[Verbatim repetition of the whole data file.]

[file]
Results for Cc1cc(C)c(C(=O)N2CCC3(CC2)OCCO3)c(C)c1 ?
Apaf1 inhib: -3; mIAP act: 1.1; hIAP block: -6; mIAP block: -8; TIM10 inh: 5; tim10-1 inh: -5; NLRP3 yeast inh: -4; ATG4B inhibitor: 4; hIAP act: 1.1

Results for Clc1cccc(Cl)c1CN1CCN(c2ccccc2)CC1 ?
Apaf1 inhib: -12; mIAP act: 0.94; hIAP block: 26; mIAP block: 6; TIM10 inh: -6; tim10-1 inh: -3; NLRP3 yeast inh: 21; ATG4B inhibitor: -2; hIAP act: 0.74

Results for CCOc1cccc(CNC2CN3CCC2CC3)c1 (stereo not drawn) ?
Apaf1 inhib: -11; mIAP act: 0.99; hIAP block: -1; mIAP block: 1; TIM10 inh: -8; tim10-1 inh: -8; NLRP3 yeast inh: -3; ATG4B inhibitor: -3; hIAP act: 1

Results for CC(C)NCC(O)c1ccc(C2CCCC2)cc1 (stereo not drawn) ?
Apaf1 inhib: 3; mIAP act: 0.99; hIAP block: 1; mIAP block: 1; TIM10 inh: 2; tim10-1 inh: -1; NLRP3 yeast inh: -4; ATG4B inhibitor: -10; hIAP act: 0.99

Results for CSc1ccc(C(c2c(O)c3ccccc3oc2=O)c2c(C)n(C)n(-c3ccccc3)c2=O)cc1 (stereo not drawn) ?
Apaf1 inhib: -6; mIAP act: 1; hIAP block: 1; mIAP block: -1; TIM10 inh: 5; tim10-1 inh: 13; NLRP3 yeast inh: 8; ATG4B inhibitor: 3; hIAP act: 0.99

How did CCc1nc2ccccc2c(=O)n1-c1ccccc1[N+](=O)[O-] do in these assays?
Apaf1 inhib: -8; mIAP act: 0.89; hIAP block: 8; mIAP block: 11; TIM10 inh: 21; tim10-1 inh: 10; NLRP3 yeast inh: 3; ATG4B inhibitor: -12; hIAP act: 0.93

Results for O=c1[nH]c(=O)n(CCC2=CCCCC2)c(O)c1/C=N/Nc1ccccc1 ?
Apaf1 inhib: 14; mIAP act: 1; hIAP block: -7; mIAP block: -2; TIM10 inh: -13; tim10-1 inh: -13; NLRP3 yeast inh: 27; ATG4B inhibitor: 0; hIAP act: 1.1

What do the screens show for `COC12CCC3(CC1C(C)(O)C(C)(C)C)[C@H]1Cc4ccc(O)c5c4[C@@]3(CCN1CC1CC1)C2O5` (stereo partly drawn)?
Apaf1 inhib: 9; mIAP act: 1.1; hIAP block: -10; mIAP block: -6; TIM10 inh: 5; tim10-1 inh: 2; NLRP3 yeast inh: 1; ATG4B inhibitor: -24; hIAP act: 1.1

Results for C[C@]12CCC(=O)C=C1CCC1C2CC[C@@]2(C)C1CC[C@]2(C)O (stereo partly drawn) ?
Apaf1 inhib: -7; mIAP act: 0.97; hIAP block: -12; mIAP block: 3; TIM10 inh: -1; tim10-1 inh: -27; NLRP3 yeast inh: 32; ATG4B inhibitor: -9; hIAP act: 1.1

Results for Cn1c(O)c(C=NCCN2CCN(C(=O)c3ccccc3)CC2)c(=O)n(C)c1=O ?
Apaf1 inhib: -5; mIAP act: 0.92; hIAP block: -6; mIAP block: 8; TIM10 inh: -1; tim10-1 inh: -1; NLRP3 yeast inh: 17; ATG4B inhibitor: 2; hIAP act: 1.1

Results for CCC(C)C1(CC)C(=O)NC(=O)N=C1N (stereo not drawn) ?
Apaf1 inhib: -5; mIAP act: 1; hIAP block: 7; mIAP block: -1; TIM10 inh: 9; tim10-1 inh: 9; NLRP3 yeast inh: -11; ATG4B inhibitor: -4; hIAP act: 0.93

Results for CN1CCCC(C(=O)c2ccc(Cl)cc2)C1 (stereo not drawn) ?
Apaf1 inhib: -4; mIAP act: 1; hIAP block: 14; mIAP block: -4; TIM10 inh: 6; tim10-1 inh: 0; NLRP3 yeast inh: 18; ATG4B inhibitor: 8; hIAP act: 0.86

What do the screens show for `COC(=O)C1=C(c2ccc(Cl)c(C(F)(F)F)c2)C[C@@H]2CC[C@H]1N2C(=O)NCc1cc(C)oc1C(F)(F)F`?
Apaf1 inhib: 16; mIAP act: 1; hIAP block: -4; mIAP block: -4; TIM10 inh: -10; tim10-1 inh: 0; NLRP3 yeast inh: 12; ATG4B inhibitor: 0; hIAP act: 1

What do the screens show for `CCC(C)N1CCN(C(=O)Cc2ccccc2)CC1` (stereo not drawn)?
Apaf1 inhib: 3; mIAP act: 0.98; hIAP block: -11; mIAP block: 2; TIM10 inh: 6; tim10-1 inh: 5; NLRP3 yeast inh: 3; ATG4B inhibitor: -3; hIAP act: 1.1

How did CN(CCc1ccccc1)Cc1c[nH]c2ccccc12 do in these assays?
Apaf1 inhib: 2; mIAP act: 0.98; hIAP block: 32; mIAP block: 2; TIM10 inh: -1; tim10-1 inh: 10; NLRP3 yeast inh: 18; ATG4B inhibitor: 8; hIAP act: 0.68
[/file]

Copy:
Results for Cc1cc(C)c(C(=O)N2CCC3(CC2)OCCO3)c(C)c1 ?
Apaf1 inhib: -3; mIAP act: 1.1; hIAP block: -6; mIAP block: -8; TIM10 inh: 5; tim10-1 inh: -5; NLRP3 yeast inh: -4; ATG4B inhibitor: 4; hIAP act: 1.1

Results for Clc1cccc(Cl)c1CN1CCN(c2ccccc2)CC1 ?
Apaf1 inhib: -12; mIAP act: 0.94; hIAP block: 26; mIAP block: 6; TIM10 inh: -6; tim10-1 inh: -3; NLRP3 yeast inh: 21; ATG4B inhibitor: -2; hIAP act: 0.74

Results for CCOc1cccc(CNC2CN3CCC2CC3)c1 (stereo not drawn) ?
Apaf1 inhib: -11; mIAP act: 0.99; hIAP block: -1; mIAP block: 1; TIM10 inh: -8; tim10-1 inh: -8; NLRP3 yeast inh: -3; ATG4B inhibitor: -3; hIAP act: 1

Results for CC(C)NCC(O)c1ccc(C2CCCC2)cc1 (stereo not drawn) ?
Apaf1 inhib: 3; mIAP act: 0.99; hIAP block: 1; mIAP block: 1; TIM10 inh: 2; tim10-1 inh: -1; NLRP3 yeast inh: -4; ATG4B inhibitor: -10; hIAP act: 0.99

Results for CSc1ccc(C(c2c(O)c3ccccc3oc2=O)c2c(C)n(C)n(-c3ccccc3)c2=O)cc1 (stereo not drawn) ?
Apaf1 inhib: -6; mIAP act: 1; hIAP block: 1; mIAP block: -1; TIM10 inh: 5; tim10-1 inh: 13; NLRP3 yeast inh: 8; ATG4B inhibitor: 3; hIAP act: 0.99

How did CCc1nc2ccccc2c(=O)n1-c1ccccc1[N+](=O)[O-] do in these assays?
Apaf1 inhib: -8; mIAP act: 0.89; hIAP block: 8; mIAP block: 11; TIM10 inh: 21; tim10-1 inh: 10; NLRP3 yeast inh: 3; ATG4B inhibitor: -12; hIAP act: 0.93

Results for O=c1[nH]c(=O)n(CCC2=CCCCC2)c(O)c1/C=N/Nc1ccccc1 ?
Apaf1 inhib: 14; mIAP act: 1; hIAP block: -7; mIAP block: -2; TIM10 inh: -13; tim10-1 inh: -13; NLRP3 yeast inh: 27; ATG4B inhibitor: 0; hIAP act: 1.1

What do the screens show for `COC12CCC3(CC1C(C)(O)C(C)(C)C)[C@H]1Cc4ccc(O)c5c4[C@@]3(CCN1CC1CC1)C2O5` (stereo partly drawn)?
Apaf1 inhib: 9; mIAP act: 1.1; hIAP block: -10; mIAP block: -6; TIM10 inh: 5; tim10-1 inh: 2; NLRP3 yeast inh: 1; ATG4B inhibitor: -24; hIAP act: 1.1

Results for C[C@]12CCC(=O)C=C1CCC1C2CC[C@@]2(C)C1CC[C@]2(C)O (stereo partly drawn) ?
Apaf1 inhib: -7; mIAP act: 0.97; hIAP block: -12; mIAP block: 3; TIM10 inh: -1; tim10-1 inh: -27; NLRP3 yeast inh: 32; ATG4B inhibitor: -9; hIAP act: 1.1

Results for Cn1c(O)c(C=NCCN2CCN(C(=O)c3ccccc3)CC2)c(=O)n(C)c1=O ?
Apaf1 inhib: -5; mIAP act: 0.92; hIAP block: -6; mIAP block: 8; TIM10 inh: -1; tim10-1 inh: -1; NLRP3 yeast inh: 17; ATG4B inhibitor: 2; hIAP act: 1.1

Results for CCC(C)C1(CC)C(=O)NC(=O)N=C1N (stereo not drawn) ?
Apaf1 inhib: -5; mIAP act: 1; hIAP block: 7; mIAP block: -1; TIM10 inh: 9; tim10-1 inh: 9; NLRP3 yeast inh: -11; ATG4B inhibitor: -4; hIAP act: 0.93

Results for CN1CCCC(C(=O)c2ccc(Cl)cc2)C1 (stereo not drawn) ?
Apaf1 inhib: -4; mIAP act: 1; hIAP block: 14; mIAP block: -4; TIM10 inh: 6; tim10-1 inh: 0; NLRP3 yeast inh: 18; ATG4B inhibitor: 8; hIAP act: 0.86

What do the screens show for `COC(=O)C1=C(c2ccc(Cl)c(C(F)(F)F)c2)C[C@@H]2CC[C@H]1N2C(=O)NCc1cc(C)oc1C(F)(F)F`?
Apaf1 inhib: 16; mIAP act: 1; hIAP block: -4; mIAP block: -4; TIM10 inh: -10; tim10-1 inh: 0; NLRP3 yeast inh: 12; ATG4B inhibitor: 0; hIAP act: 1

What do the screens show for `CCC(C)N1CCN(C(=O)Cc2ccccc2)CC1` (stereo not drawn)?
Apaf1 inhib: 3; mIAP act: 0.98; hIAP block: -11; mIAP block: 2; TIM10 inh: 6; tim10-1 inh: 5; NLRP3 yeast inh: 3; ATG4B inhibitor: -3; hIAP act: 1.1

How did CN(CCc1ccccc1)Cc1c[nH]c2ccccc12 do in these assays?
Apaf1 inhib: 2; mIAP act: 0.98; hIAP block: 32; mIAP block: 2; TIM10 inh: -1; tim10-1 inh: 10; NLRP3 yeast inh: 18; ATG4B inhibitor: 8; hIAP act: 0.68